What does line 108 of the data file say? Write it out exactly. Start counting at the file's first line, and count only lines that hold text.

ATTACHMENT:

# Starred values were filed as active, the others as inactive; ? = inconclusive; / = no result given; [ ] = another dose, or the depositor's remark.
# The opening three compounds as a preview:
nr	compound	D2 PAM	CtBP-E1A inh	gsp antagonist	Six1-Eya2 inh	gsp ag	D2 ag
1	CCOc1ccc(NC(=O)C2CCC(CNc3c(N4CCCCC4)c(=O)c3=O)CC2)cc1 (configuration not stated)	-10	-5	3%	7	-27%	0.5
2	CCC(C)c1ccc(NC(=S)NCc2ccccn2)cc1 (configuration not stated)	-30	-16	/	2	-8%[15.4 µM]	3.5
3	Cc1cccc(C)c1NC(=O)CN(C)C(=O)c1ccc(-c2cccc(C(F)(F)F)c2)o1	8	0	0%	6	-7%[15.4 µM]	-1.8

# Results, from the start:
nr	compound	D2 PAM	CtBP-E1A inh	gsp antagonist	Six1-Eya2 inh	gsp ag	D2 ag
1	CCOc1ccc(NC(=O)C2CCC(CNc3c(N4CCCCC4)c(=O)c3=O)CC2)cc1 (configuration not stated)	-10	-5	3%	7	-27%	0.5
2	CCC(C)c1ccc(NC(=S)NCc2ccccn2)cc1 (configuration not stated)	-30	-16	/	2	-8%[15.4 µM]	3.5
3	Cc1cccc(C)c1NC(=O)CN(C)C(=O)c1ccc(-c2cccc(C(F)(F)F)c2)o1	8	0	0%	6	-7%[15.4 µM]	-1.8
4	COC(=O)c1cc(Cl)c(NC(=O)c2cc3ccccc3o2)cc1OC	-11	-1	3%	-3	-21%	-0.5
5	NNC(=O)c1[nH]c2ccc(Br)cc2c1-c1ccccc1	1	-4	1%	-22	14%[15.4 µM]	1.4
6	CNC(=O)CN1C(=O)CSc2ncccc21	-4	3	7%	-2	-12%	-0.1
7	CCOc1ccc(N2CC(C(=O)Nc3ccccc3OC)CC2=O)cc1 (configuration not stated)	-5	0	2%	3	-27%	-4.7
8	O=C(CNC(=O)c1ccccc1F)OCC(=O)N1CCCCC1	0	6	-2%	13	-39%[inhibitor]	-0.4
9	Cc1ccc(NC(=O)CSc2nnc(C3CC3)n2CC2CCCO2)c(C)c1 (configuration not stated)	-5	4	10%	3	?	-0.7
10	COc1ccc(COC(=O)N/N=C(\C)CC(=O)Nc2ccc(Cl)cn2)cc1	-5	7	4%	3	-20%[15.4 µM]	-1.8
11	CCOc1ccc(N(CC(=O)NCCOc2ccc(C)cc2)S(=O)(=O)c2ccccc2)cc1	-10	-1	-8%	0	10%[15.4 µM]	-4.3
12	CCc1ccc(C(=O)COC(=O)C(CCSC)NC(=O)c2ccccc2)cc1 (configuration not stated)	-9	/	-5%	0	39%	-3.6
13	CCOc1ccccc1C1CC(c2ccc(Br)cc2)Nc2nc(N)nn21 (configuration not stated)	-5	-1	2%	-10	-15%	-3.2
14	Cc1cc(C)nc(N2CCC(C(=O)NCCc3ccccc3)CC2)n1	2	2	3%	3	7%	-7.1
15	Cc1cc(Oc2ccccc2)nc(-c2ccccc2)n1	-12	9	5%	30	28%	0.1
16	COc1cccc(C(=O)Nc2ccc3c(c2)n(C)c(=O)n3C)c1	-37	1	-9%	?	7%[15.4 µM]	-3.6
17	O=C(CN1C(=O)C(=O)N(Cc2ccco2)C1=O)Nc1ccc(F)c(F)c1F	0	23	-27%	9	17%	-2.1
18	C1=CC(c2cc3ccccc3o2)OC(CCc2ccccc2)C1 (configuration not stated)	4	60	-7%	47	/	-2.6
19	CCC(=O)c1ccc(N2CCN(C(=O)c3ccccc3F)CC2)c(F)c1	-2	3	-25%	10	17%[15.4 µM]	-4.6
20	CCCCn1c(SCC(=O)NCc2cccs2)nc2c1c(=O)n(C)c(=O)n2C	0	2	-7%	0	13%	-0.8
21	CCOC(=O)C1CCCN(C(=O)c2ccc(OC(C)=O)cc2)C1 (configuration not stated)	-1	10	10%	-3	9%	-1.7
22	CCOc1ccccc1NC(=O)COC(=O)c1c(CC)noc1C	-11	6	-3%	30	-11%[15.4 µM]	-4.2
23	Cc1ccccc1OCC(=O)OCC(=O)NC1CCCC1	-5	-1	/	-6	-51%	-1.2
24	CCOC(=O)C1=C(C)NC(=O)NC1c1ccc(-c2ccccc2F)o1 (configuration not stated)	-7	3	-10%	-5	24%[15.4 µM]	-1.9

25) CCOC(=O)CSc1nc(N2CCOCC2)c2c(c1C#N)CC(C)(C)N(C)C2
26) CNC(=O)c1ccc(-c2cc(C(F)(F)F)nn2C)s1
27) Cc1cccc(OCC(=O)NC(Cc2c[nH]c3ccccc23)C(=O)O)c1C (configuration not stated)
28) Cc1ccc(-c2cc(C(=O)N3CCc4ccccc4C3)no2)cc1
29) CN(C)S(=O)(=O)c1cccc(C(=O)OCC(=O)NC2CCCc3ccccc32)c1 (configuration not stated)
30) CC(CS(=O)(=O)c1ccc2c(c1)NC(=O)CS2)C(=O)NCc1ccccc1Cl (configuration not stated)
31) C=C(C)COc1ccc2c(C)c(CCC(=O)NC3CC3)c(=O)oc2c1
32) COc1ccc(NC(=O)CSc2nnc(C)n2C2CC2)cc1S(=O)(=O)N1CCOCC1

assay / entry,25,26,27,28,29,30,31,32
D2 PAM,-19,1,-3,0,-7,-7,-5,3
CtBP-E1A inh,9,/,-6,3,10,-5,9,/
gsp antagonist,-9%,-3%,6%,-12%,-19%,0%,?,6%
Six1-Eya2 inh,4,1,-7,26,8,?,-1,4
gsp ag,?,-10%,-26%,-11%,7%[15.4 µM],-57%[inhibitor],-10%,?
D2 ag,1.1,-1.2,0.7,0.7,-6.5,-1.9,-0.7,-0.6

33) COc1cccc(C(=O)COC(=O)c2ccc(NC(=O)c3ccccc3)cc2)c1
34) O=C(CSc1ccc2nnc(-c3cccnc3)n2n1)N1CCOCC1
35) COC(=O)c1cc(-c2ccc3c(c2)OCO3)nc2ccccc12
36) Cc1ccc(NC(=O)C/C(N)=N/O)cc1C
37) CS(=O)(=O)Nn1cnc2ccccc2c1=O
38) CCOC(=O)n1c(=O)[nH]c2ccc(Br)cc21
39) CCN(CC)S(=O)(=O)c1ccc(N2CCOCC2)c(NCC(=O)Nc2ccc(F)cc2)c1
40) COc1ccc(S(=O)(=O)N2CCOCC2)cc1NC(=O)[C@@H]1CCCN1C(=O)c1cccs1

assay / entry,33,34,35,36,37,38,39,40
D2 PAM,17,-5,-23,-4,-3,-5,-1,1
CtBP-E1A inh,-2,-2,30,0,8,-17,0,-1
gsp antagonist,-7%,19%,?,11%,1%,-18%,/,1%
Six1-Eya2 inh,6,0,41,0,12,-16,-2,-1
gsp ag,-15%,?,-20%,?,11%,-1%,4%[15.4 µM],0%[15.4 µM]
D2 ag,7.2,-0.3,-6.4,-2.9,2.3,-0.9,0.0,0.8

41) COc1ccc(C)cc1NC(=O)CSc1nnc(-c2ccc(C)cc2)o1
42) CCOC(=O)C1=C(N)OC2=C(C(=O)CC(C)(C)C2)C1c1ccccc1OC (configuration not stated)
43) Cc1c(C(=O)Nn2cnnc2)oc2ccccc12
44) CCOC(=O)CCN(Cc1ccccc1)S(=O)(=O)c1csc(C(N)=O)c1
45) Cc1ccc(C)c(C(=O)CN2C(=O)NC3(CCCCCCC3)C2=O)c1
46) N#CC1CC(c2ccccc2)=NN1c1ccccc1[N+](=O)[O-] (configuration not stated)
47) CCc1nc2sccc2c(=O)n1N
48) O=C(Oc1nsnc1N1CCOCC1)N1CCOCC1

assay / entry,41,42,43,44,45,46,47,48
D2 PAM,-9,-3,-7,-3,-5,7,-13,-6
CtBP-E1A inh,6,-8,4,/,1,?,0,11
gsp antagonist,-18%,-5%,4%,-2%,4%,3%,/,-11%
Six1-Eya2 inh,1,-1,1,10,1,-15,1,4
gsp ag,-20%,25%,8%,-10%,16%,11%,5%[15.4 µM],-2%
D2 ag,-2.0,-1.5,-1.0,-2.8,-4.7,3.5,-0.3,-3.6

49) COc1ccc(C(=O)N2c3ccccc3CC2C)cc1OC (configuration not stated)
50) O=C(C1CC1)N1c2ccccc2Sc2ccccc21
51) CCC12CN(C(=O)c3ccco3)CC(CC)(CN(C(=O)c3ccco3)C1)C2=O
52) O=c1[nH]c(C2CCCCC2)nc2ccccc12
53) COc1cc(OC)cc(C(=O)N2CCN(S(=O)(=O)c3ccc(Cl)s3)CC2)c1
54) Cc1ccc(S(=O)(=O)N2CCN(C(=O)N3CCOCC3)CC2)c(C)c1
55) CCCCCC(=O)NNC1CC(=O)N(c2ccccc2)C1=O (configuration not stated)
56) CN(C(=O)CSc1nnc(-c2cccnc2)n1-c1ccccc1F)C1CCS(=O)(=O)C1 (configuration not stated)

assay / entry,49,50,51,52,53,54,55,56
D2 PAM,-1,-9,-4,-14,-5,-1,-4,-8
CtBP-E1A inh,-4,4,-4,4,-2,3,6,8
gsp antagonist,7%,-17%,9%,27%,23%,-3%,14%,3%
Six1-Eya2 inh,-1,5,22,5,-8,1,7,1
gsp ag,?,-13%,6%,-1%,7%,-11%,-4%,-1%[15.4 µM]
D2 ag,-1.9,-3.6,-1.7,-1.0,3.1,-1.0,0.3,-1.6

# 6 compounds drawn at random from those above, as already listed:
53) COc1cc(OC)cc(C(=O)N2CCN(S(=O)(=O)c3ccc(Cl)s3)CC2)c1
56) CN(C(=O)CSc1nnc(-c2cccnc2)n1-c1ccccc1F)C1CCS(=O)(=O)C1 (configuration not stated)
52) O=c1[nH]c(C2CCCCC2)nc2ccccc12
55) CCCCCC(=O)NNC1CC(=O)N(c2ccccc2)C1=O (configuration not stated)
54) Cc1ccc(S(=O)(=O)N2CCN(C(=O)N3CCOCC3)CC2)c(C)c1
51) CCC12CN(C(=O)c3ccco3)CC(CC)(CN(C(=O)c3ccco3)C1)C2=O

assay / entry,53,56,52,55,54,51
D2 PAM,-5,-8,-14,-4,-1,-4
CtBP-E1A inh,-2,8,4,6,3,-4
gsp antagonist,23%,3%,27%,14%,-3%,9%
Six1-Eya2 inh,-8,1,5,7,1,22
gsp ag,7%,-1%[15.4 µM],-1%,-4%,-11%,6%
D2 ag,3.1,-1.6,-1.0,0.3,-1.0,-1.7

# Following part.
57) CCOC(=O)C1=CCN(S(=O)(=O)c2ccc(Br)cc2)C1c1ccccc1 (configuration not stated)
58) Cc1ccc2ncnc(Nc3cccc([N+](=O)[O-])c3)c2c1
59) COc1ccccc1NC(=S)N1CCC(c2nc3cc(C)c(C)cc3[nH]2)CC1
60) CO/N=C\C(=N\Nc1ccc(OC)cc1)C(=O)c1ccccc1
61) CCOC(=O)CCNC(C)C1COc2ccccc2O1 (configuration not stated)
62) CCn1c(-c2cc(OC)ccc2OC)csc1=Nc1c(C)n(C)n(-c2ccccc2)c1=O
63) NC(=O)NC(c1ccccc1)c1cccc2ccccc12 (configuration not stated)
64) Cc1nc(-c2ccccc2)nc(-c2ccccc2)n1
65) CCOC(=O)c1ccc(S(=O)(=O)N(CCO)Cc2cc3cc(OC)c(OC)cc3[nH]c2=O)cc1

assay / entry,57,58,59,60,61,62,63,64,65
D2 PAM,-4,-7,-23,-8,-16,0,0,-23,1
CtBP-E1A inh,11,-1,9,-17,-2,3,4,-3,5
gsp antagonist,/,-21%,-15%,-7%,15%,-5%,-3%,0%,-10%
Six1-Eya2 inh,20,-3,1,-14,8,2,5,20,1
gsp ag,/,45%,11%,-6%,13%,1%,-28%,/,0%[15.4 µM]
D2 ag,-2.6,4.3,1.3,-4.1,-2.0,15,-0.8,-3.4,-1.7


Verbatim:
57) CCOC(=O)C1=CCN(S(=O)(=O)c2ccc(Br)cc2)C1c1ccccc1 (configuration not stated)